Oil fin heaters with a CPU fan placed on top of it and blowing down over the fins work very well, the heat is blown down and spread across the floor instead of going straight up. And for an electric heater I would use only oil fin for a cheap solution, or ceramic wall mount for a compact solution. Open element heaters are dangerous and unhealthy.

We used the dehumidifier in Winter to help dry the air, filter it, and the waste heat to help heat the house.

If you have/install a heat transfer system (I realise you do not have much of a ceiling), keep in mind it only works if you have a concentrated heat source like a metal chimney from a fire place. They do not work for a distributed heat like an aircon. Also, insulated ducting is still only R0.6 so you still need to cover it with more insulation (your cavity between floors might be okay).

Consider running the tumble dryer ducting through the house before it goes outside.

The cheap glue backed foam works for windows and doors, the slightly less cheap one that feels like rubber works much better. Close every single gap you can find. You will not suffocate, the gaps in the floor (assuming timber) is more than enough ventilation.

Bricks are good for insulation, it is a thermal mass.

Go around the house and make sure there is good drainage adjacent to the house, preferably no plant beds as it will hold moisture and cold against the house.

In the bathroom always use heat lamps and a ventilation fan while showering/bathing, to clear the moisture from the house.

Insulation is the best thing to do, but you can still improve your situation without (before) the expense of insulation. I have. Not down South, but I know what relative improvement it made and I had no money to spend at the time.




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  #761573 13-Feb-2013 10:00
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If you want to look at heaters then I would recommend a radiant heater, used to be known as infra-red heaters but I think this name scared some people off so they changed it to something less dangerous sounding.

I've tried oil heaters, fan heaters, convection heaters; the best I've found for getting me warm quickly was the radiant heater. It heats you directly and not the surrounding air, so you don't need to worry about all your warmth rising up to the ceiling (I was living in a house with a 5 metre ceiling when I discovered radiant heaters). You have to be sitting pretty much directly in front of the heater, you'll get no benefit if you're behind or to the side. Also they're silent, unlike anything with a fan in it.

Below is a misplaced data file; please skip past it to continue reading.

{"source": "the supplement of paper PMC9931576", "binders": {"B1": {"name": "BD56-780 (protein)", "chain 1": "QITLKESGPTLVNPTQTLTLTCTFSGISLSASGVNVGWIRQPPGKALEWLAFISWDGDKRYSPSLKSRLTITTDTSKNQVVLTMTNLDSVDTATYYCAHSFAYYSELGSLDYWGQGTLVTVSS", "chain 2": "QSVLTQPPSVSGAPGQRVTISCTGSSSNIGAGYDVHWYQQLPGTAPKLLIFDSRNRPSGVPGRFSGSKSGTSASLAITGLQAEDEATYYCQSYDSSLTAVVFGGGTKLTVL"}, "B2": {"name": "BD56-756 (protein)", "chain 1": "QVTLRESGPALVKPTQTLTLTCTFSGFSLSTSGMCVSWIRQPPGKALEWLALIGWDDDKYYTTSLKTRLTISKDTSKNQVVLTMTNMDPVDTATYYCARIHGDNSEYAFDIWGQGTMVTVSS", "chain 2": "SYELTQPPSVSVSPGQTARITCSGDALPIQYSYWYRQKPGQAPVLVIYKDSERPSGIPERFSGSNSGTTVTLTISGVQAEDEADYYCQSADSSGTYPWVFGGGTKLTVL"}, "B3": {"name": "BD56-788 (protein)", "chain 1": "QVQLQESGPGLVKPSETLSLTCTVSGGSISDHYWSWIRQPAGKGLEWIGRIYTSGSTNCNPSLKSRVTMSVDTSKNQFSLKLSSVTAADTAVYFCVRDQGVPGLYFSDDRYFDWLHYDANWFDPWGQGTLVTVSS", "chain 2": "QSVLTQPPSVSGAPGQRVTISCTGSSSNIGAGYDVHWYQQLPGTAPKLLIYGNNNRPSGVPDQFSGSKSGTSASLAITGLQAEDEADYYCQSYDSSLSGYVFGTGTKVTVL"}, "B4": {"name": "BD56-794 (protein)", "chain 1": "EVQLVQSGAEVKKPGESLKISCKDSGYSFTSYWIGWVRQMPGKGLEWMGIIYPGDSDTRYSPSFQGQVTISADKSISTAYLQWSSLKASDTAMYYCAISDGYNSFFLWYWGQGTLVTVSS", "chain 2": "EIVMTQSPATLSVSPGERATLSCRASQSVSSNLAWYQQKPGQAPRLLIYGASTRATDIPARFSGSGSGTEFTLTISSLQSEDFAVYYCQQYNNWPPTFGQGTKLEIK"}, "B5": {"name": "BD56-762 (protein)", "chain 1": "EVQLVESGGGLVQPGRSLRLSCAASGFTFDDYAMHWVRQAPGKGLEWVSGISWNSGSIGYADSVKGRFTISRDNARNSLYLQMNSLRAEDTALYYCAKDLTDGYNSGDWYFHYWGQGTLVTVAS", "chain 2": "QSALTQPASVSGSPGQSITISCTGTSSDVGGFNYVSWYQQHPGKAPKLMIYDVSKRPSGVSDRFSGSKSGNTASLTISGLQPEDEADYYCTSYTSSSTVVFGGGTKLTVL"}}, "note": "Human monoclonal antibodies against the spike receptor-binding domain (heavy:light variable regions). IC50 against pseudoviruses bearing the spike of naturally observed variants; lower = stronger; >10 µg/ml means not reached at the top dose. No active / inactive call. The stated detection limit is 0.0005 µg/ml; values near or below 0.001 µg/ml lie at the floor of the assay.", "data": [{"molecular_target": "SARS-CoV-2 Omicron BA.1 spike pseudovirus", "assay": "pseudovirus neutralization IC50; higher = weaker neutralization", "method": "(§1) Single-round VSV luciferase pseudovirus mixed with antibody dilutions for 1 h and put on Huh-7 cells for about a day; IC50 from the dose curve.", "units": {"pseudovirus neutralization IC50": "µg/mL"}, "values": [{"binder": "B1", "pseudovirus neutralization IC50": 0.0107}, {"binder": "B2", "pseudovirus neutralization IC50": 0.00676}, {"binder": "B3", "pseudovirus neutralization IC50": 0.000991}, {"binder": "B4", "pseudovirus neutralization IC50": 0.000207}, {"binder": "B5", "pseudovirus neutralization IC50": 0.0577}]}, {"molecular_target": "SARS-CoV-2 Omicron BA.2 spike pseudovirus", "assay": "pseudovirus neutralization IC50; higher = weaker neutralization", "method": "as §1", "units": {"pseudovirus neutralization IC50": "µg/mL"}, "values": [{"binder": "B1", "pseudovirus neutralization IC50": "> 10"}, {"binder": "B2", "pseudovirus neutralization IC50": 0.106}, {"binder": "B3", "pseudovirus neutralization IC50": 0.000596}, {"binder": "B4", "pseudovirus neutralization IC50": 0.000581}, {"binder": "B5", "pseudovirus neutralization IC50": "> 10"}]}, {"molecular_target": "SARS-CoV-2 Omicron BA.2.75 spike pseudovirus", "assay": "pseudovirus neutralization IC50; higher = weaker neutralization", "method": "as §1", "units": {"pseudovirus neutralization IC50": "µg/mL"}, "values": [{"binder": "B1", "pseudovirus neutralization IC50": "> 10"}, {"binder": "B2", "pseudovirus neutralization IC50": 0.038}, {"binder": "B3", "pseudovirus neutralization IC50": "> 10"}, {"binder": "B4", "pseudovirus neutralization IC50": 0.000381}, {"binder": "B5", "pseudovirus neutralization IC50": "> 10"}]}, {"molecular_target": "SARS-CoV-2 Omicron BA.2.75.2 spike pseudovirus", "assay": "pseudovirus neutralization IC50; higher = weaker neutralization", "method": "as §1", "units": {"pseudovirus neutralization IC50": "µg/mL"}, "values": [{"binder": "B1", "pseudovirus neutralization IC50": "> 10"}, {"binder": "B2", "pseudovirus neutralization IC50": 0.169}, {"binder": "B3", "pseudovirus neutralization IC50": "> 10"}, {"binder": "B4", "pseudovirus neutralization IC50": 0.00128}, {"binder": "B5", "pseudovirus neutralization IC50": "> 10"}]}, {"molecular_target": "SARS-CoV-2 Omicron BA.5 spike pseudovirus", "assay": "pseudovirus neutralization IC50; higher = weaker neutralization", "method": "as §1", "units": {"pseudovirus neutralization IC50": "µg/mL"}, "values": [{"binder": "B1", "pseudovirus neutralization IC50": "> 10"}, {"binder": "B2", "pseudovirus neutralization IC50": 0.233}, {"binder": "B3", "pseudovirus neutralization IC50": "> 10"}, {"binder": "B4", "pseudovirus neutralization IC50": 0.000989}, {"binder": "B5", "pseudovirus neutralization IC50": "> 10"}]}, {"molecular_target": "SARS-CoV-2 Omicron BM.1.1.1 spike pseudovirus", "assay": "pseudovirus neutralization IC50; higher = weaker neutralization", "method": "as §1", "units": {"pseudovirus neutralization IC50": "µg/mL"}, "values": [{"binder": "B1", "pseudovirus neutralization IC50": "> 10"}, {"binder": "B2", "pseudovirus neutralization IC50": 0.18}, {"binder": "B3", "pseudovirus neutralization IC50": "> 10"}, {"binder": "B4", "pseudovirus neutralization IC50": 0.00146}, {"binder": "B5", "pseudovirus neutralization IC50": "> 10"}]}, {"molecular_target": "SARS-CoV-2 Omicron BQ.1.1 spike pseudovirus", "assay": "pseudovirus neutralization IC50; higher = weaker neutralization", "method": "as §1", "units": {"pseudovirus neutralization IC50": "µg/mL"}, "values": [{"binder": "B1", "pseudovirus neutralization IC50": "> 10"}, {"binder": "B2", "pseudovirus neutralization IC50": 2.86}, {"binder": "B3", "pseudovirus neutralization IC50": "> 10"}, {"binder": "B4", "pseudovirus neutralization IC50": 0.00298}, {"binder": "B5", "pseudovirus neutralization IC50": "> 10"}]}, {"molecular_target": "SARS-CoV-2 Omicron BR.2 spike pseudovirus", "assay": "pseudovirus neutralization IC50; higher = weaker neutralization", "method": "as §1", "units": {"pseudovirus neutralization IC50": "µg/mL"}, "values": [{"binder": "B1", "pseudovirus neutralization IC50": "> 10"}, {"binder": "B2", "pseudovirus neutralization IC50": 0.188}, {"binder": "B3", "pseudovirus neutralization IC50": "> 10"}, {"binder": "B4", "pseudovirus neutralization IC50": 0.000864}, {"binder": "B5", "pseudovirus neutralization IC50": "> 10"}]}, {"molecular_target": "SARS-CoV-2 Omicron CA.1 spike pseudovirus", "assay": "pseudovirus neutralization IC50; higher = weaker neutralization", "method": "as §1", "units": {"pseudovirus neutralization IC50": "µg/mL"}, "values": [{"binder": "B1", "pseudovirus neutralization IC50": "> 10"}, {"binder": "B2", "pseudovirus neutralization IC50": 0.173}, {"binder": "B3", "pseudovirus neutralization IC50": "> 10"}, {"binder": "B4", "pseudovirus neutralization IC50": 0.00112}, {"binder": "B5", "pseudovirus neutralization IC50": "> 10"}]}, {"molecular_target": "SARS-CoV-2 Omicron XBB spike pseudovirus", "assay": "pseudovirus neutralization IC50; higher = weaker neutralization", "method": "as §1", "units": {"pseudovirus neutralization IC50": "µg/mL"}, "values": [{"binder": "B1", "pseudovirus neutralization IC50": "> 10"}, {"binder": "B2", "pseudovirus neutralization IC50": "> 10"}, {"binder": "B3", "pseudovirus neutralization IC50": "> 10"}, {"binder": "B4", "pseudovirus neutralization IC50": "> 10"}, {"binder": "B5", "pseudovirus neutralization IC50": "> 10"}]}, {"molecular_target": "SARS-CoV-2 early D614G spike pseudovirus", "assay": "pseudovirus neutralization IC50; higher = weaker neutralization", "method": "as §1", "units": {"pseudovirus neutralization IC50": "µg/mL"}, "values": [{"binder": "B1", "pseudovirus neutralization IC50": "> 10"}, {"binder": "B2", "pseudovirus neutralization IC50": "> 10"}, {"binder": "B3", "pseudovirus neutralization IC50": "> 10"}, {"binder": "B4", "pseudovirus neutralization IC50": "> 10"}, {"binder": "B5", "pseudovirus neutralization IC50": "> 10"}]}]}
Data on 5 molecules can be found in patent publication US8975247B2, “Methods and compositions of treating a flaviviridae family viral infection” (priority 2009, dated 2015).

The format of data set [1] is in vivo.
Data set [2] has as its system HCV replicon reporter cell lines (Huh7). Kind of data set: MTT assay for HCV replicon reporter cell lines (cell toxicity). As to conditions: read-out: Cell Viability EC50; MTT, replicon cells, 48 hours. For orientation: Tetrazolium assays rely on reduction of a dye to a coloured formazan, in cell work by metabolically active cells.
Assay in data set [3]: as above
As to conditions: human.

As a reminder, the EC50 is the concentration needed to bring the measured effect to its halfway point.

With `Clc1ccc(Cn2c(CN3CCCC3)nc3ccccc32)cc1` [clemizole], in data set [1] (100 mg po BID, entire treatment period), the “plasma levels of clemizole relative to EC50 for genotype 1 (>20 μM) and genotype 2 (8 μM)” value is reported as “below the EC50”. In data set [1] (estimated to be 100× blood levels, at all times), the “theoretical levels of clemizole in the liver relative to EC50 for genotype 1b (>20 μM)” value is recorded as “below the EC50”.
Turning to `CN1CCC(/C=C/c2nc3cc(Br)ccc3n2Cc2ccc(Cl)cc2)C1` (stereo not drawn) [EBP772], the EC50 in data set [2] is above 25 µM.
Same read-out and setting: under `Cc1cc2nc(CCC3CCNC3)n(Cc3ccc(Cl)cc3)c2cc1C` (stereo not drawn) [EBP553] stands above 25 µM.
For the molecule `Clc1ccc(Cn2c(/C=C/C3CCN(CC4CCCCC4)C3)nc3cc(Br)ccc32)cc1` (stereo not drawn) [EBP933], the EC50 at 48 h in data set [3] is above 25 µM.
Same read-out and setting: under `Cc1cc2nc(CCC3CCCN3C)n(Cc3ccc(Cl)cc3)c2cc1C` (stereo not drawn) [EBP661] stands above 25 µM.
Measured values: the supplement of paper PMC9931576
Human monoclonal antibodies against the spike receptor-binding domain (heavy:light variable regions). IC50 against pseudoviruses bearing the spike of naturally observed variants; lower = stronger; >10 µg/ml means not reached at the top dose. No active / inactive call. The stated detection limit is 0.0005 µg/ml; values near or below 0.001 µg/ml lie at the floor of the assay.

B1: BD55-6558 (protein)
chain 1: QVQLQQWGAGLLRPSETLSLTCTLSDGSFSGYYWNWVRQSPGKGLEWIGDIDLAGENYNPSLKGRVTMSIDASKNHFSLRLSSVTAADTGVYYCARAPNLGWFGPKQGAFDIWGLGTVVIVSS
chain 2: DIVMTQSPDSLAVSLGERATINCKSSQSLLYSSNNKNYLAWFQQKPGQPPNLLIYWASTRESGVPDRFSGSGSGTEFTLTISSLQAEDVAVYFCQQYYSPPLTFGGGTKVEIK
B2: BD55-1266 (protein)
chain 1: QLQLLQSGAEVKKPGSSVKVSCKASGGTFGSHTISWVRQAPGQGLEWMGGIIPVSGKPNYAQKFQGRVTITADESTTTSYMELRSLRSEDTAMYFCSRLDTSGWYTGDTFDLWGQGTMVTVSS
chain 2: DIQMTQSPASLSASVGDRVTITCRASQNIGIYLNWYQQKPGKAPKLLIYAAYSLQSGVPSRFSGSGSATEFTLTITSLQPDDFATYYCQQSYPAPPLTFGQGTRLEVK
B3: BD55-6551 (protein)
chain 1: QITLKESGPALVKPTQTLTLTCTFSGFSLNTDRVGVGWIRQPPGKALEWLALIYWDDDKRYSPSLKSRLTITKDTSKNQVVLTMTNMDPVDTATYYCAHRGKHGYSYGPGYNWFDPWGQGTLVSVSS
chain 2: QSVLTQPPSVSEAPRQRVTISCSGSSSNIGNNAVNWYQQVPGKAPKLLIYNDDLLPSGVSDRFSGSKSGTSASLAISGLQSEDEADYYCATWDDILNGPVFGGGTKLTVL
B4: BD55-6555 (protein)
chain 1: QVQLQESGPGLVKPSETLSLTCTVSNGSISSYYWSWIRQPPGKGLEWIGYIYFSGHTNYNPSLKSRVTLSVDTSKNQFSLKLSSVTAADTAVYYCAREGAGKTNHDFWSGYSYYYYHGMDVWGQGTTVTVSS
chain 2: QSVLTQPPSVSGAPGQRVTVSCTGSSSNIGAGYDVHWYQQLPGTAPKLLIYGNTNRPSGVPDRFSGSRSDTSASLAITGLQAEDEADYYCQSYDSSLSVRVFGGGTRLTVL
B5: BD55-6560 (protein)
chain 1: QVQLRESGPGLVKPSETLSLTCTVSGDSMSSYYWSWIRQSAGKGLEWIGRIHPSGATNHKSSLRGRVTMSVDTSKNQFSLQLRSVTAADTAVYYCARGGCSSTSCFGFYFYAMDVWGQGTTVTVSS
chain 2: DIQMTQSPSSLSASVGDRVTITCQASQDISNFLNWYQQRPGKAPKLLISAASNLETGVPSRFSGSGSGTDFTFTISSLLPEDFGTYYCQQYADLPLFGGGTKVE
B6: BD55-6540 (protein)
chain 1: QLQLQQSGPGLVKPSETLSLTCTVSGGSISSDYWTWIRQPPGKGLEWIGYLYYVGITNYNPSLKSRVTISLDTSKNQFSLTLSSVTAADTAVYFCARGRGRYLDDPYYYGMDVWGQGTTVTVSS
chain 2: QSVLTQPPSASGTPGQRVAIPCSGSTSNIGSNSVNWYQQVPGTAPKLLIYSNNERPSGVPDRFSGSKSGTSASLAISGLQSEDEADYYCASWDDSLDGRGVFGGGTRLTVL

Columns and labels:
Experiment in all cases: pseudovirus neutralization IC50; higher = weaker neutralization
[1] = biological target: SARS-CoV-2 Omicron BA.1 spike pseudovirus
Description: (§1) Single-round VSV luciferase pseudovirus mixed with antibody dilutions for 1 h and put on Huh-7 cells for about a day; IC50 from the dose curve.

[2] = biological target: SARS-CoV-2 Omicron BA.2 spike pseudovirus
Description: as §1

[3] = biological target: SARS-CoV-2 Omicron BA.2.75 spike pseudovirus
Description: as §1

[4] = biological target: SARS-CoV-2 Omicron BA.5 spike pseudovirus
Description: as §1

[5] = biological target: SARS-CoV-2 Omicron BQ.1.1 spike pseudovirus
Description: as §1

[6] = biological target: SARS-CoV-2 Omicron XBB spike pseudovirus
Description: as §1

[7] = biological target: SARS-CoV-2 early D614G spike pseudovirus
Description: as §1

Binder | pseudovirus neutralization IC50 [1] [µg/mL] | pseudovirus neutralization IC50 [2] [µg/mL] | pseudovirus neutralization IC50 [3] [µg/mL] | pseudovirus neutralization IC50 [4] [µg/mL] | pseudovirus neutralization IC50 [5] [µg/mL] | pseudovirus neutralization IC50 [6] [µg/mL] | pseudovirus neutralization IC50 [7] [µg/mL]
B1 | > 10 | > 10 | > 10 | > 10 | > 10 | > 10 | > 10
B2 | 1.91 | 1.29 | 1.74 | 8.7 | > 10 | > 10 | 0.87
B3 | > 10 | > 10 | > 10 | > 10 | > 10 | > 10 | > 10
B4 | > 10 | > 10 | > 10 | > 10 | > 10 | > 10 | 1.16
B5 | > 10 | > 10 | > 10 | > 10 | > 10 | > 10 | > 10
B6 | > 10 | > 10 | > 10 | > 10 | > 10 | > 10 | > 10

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  #836189 13-Jun-2013 10:28
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Sorry to revive this discussion but it seems to touch a couple of things we're looking at...

We currnetly have a house with some ceiling insulation (pink batts) that probably need some topup around now. We have a new floor insulation (wool sheets with foil stappled to the beans). The house is about 60cm above ground. Windows have seals so there may be some draft but nothing serious at the moment.

We try to keep our daughter's room at 18c at night. For that we have an oil heater. We thought of replacing it with a flat wall heater (the econo-heat or similar) with a thermostat. First because it would be on only when needed and second because at 400w is a lot less than the 1200w minimum the oil heater uses.

Also, does anyone have any experience with the Dyson heater for a small lounge? Thought of it because it comes with a thermostat and from a couple of engineering sites I've seen it seems it can heat a room up to 3 degrees more than an oil heater in the same time with a bit less power consumption. They do cost more than a conventional fan heater, but seems economical to run. At the end of the day if we can reduce our power bill by $100 a month that would pay for these two things by the end of the year...

Ideas?





 

 

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  #836190 13-Jun-2013 10:32
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A 400W and a 1200W heater use the same amount of power to keep the room at the same temperature. All heaters are 100% efficient, heat pumps are 300-400% efficient. The only question is where the heat goes - with oil and wall heaters that's up, with fan heaters it's wherever you point it initially, then up.

Ceiling bats are easy enough to install, but annoying. Hire someone.

A dyson heater shouldn't be any different from a regular fan heater. If you want to lower your energy costs your options are heat pump or insulation.

I have a fair bit of experience in this area, after doing up my old house. Happy to pop up and take a look and have a chat this weekend if you like.

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  #836196 13-Jun-2013 10:44
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I think the best results for us would be topup the ceiling insulation and investigate some wall insulation as the underfloor is pretty new (two years old)...





 

 

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  #836198 13-Jun-2013 10:46
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Ceiling insulation always helps. I had loose fill wool, added pink batts over the top, it made a big difference. Having no gaps at all is important, even tiny gaps let a lot of heat through.

If you have downlights don't even bother insulating until they're replaced with sealed units you can insulate over.

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  #836209 13-Jun-2013 11:01
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What are the windows like in the room? Single glazed or double glazed?

If you're feeling well off it may be worth retrofitting double glazing into just that one bedroom, or any other rooms you actively heat right throughout the night.

Or you can do it cheaply to start with, by trying some plastic sheeting DIY investigations. I've just redone my daughters rooms with plastic sheeting taped externally over the frames with $10 PVC tape from the warehouse. Instant reduction in condensation on the inside glass face. Total cost of $5 I guess for half a roll of tape, as I used the same plastic sheets as last year, which we take down over summer.

Good curtains and possibly a draught stopper along the top of the curtain rail (as no one seems to do pelmets any more) are another part to consider, which potentially don't have to cost much either.